Gulf Monarchies Draw Closer

Even in its lame duckling period, the Trump administration has not pursued diplomatic deals in the Middle East. In December Morocco moved to normalize relations with Israel, and now Saudi Arabia, Egypt, the United Arab Emirates and Bahrain will end their three-and-a-half-year blockade of Qatar. If the Biden administration is wise, it will capitalize for greater unity among America’s Middle Eastern allies against Iran’s regional misrule.

Qatar, an oil-rich nation that hosts an American airport in the Persian Gulf, has been at odds with neighboring dynasties for years. In June 2017, four Arab countries announced a halt to air travel and disrupted trade. Qatar was hardly a victim in this dispute, which supported the Muslim Brotherhood and Islamist causes in Libya and elsewhere. As we wrote at the time, raking may be required to send a warning to Doha.

But in a new agreement signed in Saudi Arabia, and negotiated by Cesar Jared Kushner of Kuwait as well as Trump midstar, Qatar’s blockade is largely ending. Flights between the neighboring Arab states would resume and countries created goodwill. Trade and investment can also pick up again.

The agreement appears to be aimed at deep ideological extravagance between Qatar and the conservative Gulf monarchy, rather than fixing them. Doha agreed to drop legal claims against the countries, but did not fulfill public commitments to stop its disruptive behavior. Yet the risk from continued division in the Gulf was that Qatar would move closer to Turkey and particularly Iran, with which it shares a maritime border.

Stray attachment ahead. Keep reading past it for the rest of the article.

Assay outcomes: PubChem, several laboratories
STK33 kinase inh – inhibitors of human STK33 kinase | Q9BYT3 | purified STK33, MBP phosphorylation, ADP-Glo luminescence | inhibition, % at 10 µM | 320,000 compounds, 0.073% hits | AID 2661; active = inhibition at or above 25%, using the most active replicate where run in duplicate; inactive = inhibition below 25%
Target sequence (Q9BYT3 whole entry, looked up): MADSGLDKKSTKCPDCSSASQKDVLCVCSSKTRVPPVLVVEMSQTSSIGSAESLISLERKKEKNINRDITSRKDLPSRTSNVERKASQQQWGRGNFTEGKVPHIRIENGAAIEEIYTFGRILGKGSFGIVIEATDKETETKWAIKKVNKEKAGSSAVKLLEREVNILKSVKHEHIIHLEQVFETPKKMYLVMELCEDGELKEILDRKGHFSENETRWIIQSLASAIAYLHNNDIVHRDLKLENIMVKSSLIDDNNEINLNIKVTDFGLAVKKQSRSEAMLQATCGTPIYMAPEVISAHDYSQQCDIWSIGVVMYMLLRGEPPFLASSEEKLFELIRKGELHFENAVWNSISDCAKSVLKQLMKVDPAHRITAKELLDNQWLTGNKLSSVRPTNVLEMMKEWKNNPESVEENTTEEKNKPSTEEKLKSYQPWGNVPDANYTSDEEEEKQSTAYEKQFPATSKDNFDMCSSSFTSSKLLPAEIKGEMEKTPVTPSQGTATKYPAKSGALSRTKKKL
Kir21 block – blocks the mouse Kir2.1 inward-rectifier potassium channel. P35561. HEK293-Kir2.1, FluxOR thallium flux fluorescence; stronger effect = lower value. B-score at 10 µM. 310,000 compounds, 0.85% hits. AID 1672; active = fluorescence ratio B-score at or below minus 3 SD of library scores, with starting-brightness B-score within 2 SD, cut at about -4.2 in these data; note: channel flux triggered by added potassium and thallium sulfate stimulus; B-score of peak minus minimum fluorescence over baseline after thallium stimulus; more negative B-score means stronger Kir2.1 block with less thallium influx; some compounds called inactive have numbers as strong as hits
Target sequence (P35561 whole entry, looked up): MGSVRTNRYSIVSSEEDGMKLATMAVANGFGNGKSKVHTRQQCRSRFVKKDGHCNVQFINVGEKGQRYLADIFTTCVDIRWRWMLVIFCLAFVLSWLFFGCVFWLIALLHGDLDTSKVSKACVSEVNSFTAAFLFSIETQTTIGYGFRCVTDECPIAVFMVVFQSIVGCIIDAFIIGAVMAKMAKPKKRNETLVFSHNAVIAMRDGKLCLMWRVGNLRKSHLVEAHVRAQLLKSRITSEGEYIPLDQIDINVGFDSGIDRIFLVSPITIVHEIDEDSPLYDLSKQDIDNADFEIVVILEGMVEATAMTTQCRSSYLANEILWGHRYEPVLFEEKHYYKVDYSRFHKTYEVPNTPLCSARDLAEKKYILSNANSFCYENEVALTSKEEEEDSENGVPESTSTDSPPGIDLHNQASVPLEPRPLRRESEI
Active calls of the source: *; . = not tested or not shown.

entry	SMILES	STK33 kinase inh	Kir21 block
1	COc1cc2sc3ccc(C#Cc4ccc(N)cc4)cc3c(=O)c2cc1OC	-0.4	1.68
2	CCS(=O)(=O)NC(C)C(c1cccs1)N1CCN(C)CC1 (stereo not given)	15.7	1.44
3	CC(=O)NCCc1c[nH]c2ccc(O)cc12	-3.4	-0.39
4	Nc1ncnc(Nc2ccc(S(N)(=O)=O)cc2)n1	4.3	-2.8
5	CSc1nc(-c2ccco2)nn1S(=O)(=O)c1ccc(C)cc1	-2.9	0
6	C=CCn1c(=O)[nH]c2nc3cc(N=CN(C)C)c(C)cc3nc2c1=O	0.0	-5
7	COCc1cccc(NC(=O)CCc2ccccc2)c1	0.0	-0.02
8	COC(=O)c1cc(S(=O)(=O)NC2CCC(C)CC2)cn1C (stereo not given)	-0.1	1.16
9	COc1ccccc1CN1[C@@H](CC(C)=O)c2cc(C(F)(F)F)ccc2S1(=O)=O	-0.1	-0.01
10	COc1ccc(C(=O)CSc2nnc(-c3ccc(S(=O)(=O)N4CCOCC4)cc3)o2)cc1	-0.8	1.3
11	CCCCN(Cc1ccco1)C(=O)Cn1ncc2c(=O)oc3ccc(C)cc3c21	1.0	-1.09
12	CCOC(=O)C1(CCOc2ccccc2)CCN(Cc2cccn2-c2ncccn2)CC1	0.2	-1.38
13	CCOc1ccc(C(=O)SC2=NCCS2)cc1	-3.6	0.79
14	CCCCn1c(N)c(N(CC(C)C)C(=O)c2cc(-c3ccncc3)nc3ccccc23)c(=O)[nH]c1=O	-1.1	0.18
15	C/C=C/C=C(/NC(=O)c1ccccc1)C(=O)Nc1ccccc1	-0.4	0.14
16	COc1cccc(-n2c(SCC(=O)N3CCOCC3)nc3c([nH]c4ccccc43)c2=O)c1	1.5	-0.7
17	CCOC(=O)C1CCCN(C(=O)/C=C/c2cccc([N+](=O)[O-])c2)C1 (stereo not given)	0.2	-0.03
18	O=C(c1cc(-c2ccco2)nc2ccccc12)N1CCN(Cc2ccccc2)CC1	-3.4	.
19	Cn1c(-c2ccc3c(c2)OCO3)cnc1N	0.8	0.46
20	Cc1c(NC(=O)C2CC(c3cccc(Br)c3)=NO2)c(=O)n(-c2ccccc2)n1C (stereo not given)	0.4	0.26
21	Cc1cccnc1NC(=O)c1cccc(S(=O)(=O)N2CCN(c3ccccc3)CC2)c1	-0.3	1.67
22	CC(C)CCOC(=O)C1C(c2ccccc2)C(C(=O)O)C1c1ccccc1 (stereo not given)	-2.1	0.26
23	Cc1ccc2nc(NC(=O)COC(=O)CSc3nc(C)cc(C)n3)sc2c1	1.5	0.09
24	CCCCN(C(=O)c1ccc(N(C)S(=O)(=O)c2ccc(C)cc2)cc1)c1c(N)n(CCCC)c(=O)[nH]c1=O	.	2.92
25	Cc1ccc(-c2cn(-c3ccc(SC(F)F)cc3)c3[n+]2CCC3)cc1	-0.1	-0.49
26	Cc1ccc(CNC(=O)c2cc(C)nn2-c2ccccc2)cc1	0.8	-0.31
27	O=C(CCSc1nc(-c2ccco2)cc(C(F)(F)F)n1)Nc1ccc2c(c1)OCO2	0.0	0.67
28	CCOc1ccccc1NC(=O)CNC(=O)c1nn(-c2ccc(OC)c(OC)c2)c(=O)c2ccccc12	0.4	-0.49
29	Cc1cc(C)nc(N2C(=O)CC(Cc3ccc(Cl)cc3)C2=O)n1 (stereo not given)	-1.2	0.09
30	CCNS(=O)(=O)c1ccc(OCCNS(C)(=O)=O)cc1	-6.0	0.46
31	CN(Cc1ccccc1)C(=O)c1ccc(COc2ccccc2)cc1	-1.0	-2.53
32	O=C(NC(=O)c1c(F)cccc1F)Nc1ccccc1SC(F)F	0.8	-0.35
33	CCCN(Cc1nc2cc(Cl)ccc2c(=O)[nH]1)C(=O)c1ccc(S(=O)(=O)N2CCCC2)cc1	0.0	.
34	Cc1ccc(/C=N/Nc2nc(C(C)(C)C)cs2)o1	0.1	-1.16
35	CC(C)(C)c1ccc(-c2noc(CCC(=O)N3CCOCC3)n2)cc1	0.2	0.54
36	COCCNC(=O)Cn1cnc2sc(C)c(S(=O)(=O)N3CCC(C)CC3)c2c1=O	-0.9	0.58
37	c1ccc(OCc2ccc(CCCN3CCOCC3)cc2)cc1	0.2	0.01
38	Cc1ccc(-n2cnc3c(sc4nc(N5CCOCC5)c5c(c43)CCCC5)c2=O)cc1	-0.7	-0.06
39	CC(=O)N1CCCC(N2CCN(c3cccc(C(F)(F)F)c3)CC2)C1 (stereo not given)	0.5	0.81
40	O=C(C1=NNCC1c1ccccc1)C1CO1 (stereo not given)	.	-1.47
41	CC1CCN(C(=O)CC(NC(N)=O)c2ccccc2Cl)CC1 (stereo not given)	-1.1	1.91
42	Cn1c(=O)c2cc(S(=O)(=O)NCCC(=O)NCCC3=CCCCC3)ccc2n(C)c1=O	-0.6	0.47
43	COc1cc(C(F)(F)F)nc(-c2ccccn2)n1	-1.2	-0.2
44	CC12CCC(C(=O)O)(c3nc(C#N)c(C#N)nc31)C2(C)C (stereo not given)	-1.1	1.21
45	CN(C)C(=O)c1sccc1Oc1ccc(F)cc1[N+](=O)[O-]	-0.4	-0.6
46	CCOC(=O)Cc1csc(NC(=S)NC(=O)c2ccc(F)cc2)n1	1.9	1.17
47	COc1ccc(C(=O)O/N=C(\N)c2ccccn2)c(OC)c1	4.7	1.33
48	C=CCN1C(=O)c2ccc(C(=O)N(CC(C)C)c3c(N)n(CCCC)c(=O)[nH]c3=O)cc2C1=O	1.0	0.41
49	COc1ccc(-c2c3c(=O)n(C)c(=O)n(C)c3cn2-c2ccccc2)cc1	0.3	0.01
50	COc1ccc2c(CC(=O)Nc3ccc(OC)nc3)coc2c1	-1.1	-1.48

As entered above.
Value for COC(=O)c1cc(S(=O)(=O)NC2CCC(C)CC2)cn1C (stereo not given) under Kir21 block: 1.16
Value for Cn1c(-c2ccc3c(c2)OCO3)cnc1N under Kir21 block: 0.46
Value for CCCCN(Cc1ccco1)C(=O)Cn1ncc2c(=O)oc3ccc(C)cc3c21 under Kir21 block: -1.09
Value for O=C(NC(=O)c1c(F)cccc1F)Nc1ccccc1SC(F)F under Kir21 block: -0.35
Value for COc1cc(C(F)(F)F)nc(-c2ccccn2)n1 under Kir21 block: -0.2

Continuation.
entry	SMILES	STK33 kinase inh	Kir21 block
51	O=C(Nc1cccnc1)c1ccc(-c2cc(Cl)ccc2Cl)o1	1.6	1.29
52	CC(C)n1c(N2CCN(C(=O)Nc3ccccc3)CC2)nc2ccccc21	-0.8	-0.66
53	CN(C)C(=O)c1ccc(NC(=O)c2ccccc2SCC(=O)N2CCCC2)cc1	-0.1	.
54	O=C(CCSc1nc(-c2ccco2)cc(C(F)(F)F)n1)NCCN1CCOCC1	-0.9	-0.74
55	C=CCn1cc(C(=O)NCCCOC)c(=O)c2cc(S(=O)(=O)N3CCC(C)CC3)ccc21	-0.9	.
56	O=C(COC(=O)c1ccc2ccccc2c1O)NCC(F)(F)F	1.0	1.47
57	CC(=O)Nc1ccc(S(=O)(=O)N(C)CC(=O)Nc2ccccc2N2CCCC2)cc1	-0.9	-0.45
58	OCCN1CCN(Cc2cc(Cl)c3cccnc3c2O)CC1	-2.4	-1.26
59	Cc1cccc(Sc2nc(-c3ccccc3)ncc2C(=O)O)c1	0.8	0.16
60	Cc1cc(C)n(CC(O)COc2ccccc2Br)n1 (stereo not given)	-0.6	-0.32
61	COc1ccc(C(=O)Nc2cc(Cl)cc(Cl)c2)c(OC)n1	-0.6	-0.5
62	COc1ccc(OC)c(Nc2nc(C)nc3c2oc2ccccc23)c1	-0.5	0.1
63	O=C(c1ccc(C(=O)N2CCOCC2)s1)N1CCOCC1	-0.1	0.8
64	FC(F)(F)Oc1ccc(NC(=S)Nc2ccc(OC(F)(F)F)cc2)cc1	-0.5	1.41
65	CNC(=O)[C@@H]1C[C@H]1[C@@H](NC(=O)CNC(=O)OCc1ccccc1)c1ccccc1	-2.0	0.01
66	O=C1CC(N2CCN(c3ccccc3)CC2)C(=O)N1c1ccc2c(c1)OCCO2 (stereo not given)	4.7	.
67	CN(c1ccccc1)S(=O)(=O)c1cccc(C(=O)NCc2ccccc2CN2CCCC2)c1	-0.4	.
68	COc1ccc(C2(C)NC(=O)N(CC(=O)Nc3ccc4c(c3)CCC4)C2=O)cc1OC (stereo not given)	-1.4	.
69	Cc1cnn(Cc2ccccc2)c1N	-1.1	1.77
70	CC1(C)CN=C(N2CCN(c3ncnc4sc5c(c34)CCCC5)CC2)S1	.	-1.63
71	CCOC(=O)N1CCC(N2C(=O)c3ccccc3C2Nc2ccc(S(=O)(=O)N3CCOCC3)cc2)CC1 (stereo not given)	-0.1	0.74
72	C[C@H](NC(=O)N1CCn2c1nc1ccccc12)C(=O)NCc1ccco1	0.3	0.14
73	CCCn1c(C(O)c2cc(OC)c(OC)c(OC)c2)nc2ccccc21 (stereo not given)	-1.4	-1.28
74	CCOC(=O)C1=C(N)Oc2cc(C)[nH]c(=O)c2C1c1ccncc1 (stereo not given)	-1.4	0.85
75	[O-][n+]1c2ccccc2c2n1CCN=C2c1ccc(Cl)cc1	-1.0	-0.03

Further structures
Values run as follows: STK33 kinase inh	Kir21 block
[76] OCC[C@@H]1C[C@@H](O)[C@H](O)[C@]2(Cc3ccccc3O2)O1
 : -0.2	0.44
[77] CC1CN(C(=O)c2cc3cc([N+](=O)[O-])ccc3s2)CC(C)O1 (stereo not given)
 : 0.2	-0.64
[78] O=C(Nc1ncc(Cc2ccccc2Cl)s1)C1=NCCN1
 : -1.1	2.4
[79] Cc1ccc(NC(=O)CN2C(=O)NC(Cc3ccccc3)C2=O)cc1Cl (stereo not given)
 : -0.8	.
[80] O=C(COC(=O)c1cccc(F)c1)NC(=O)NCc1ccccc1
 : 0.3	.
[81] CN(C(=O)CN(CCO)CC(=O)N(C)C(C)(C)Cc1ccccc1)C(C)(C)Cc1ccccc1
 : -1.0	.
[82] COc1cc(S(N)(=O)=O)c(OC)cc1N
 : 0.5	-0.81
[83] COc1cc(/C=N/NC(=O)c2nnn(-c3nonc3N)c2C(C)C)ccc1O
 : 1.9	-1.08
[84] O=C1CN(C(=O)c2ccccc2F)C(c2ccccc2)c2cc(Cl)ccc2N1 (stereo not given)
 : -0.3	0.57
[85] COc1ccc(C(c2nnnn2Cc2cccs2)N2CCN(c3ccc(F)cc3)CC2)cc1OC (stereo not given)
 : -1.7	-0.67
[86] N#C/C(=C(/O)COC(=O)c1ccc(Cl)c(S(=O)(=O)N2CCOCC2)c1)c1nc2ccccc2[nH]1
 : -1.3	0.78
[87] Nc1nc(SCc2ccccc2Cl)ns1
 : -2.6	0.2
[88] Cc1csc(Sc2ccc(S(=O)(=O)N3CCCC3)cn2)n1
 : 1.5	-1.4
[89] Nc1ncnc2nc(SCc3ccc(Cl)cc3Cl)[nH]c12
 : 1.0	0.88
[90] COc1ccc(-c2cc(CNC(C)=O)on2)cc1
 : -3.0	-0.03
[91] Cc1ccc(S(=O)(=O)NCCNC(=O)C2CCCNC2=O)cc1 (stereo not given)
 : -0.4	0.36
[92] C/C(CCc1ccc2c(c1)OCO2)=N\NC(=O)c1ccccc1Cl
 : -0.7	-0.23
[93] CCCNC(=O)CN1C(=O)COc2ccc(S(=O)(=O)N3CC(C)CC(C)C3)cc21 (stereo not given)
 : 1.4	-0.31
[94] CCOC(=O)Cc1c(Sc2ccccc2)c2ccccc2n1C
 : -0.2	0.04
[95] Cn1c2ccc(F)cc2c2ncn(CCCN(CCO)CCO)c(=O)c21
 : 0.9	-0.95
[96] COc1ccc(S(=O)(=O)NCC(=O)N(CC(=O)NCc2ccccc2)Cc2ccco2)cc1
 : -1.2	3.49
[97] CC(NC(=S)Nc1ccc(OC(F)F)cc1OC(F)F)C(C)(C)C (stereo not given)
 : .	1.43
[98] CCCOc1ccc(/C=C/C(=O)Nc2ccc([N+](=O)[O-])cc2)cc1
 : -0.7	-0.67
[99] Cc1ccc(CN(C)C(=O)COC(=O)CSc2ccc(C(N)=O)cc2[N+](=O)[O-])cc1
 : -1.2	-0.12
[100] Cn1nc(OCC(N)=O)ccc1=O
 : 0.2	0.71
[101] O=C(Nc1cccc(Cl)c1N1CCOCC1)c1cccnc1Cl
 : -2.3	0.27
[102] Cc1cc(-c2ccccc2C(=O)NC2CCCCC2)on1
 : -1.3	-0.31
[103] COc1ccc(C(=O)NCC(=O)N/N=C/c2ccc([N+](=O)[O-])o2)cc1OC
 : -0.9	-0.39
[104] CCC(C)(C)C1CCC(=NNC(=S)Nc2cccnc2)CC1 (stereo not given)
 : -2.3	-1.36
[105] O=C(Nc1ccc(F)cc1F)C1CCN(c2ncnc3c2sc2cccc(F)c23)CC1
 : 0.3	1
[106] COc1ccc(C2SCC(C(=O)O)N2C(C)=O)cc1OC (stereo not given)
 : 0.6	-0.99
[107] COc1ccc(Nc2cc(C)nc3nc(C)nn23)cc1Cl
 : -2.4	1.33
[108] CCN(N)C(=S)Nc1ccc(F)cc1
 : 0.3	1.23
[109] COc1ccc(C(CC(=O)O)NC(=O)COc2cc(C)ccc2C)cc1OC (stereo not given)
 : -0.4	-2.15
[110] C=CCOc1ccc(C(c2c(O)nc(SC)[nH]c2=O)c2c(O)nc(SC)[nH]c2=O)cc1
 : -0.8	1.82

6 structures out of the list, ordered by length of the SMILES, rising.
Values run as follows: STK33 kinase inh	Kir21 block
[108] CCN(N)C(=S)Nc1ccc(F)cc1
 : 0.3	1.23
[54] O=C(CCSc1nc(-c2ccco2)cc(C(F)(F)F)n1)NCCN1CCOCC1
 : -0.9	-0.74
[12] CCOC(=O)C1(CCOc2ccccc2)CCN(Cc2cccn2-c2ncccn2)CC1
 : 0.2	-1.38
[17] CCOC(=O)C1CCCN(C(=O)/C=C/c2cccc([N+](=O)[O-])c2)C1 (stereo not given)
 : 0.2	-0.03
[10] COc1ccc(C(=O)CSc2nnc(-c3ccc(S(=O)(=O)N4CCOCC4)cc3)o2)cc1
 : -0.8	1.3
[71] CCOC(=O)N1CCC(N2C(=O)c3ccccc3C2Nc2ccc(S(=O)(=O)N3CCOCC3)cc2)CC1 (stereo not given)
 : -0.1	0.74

Some of the Biden administrations may be eager to punish Saudi Arabia for its human rights record, but the move suggests that Riyadh is making concessions to improve stability in its neighborhood. The Biden team has indicated its eagerness to rejoin the Iran nuclear deal, but Tuesday’s agreement suggests Arab monarchies are drawing closer to balance Iran.


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